As the moral issue behind conflict diamonds became well-known and an armistice looked unlikely in the years immediately prior to the 2002 peace, the diamond and jewelry industry and the world community initiated efforts to control the sale of rough diamonds worldwide in the hopes of cutting off funding to violent rebel groups in Sierra Leone and other war-torn African countries. Their challenge was, and remains, great. Many mines and diamond-rich river deltas, especially in western Africa, are controlled by unscrupulous groups who then try to sell diamonds on the legitimate market. In other situations, corrupt diamond traders have been accused of trading in conflict diamonds. To fight the problem, the United Nations placed a ban on the export of unregistered Sierra Leonean diamonds, and the Kimberley Process is now used to register and follow the paths of these gems, as well as others from all the major diamond producing and trading countries.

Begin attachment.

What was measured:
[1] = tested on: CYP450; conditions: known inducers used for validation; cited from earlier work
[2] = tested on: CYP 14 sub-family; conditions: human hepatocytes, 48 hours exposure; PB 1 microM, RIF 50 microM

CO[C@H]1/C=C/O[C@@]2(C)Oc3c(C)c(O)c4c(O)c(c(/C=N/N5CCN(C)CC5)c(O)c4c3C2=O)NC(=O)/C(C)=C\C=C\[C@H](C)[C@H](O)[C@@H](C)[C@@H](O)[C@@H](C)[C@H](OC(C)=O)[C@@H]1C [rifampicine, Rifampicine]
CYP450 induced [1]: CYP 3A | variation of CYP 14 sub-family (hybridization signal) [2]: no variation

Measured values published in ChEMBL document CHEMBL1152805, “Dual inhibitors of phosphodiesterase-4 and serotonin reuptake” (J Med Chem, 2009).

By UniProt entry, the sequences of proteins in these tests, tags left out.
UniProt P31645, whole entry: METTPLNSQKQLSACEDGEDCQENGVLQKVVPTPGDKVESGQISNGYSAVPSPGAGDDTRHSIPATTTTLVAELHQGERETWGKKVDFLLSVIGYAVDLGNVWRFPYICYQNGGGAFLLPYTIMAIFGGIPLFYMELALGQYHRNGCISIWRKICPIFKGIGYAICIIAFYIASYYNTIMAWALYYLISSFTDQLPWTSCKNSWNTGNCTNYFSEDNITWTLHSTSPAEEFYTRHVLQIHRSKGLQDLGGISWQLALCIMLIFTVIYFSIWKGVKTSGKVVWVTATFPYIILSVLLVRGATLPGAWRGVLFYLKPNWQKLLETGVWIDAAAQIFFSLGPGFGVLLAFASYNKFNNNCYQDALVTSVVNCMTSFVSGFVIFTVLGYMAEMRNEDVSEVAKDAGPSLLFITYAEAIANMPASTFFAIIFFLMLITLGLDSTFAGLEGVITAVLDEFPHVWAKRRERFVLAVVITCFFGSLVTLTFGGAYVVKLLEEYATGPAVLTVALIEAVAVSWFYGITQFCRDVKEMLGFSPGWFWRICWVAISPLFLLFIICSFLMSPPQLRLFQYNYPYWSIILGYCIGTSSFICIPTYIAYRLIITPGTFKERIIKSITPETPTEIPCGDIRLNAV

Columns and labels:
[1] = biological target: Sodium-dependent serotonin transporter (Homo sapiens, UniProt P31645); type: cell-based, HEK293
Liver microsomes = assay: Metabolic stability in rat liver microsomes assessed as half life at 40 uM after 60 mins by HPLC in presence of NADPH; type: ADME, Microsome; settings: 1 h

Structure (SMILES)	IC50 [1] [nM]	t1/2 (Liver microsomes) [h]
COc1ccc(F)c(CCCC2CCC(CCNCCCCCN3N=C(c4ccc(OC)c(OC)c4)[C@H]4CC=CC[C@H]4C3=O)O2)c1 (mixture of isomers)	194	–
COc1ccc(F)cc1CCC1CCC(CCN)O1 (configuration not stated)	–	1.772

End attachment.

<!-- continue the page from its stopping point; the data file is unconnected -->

The Kimberley Process was begun in 2000 by the various diamond importing and exporting countries, as well as human rights groups and the diamond and jewelry industry. Its goal was to create a certification system for all rough diamonds. The certificates travel with sealed boxes of rough diamonds from their country of origin through export and re-export. The system was created to ensure that no rough diamonds from a conflict zone or without certification would be allowed into the world diamond market.

By the beginning of 2003, many countries implemented some form of the Kimberley process, improving the problem of conflict diamonds. But the system isnt perfect, especially in countries like Sierra Leone, which continue to have some political instability and feared loopholes in the rough diamond tracking process within the country. These continuing obstacles provide ongoing challenges for the Kimberley Process, the jewelry industry and the world community.

Current Output Improves